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Monthly Archives: September 2016

[Video] Planting A Wilderness Survival Cache

Buried Emergency Supplies

Burying a cache of supplies you might need in an emergency situation is a great survival strategy.

You could plant more than one cache along your bug out route, or in different locations if it’s an “urban cache”. However, never bury it too close to your actual bug out camp in case it’s now occupied by others outside your group.

What’s In The Cache

One of our favorite folks, Survival Lilly, uses a plastic, general purpose first aid container to store the supplies to be buried: no rust and the rubber seal makes it waterproof (for a few years).

emergency cache

Cache Container

So what’s in it? Here’s the list:

  • contractor trash bags,
  • tissues,
  • hand-crank flashlight,
  • mirror to inspect facial injuries/signalling,
  • canteen set,
  • folding knife,
  • candle …

The LIST Continued And The VIDEO Are On PAGE 2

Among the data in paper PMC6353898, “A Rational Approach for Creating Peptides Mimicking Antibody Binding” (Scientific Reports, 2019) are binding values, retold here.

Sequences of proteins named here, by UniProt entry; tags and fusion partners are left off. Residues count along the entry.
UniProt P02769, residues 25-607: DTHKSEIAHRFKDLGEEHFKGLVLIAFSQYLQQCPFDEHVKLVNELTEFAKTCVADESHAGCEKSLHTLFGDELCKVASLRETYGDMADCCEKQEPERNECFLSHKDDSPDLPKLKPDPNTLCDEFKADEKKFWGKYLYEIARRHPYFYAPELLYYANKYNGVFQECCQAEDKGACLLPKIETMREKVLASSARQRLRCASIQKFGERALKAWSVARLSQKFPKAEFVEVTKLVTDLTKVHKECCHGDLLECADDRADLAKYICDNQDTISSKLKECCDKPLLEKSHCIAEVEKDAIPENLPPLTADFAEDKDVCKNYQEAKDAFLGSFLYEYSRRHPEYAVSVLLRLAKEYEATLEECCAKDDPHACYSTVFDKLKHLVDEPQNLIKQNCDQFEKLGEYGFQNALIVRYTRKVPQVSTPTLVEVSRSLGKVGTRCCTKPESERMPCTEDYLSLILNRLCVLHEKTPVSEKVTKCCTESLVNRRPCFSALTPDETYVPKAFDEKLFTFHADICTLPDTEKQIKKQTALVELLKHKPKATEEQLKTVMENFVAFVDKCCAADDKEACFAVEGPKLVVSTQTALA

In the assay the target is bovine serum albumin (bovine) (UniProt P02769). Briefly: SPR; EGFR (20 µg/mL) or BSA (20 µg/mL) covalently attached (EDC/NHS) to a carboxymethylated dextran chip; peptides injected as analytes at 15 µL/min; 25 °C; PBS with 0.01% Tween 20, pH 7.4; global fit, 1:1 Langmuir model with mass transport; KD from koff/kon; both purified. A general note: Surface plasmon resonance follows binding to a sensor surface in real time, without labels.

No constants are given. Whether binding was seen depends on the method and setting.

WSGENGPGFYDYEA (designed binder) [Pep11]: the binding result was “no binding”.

5 Lifesaving Canning Rules

Preserving Your Garden Success

When it comes to the food preservation of your garden successes, canning is the skill to master. Edible shelf-life of properly canned food ranges from one to five years. Canned product that’s freeze dried (think canned lentils) may last up to twenty-five, maybe thirty years.

puzzle of canning rulesIf you’re a “canning beginner”, remember to use modern canning recipes only … and to follow the recipe exactly.

There are probably 12 to 15 must-follow canning rules. Here are five of the most important:

Safety Rules Of Canning

1. Don’t use jars larger than a quart. Home canning technology cannot guarantee that larger quantities will be sufficiently heated through for enough time. Rather, the food on the outside will overcook, while that on the inside won’t get hot enough for food safety.

2. A water-bath canner may only be used for high acid foods such as tomatoes, fruits, rhubarb, sauerkraut, pickles, and jams/jellies. A pressure canner MUST be used for low acid foods including vegetables, meats, and stews.

3. [Again] Use only modern canning recipes from reliable sources (especially when first starting out).

4. Never reuse jar lids. Used lids aren’t reliable for sealing correctly. If a screw-on band is rusty or bent, it won’t work right and should be discarded and replaced. That said, you might consider purpose-designed reusable Tattler lids.

5. Don’t use antique or ‘French’ -type canning jars. They aren’t as safe as the modern, regular ‘Ball, Kerr’ type.

Source: Another excellent post by Ken Jorgustin. Read the comments after his article for additional canning insights.

Image:  Congerdesign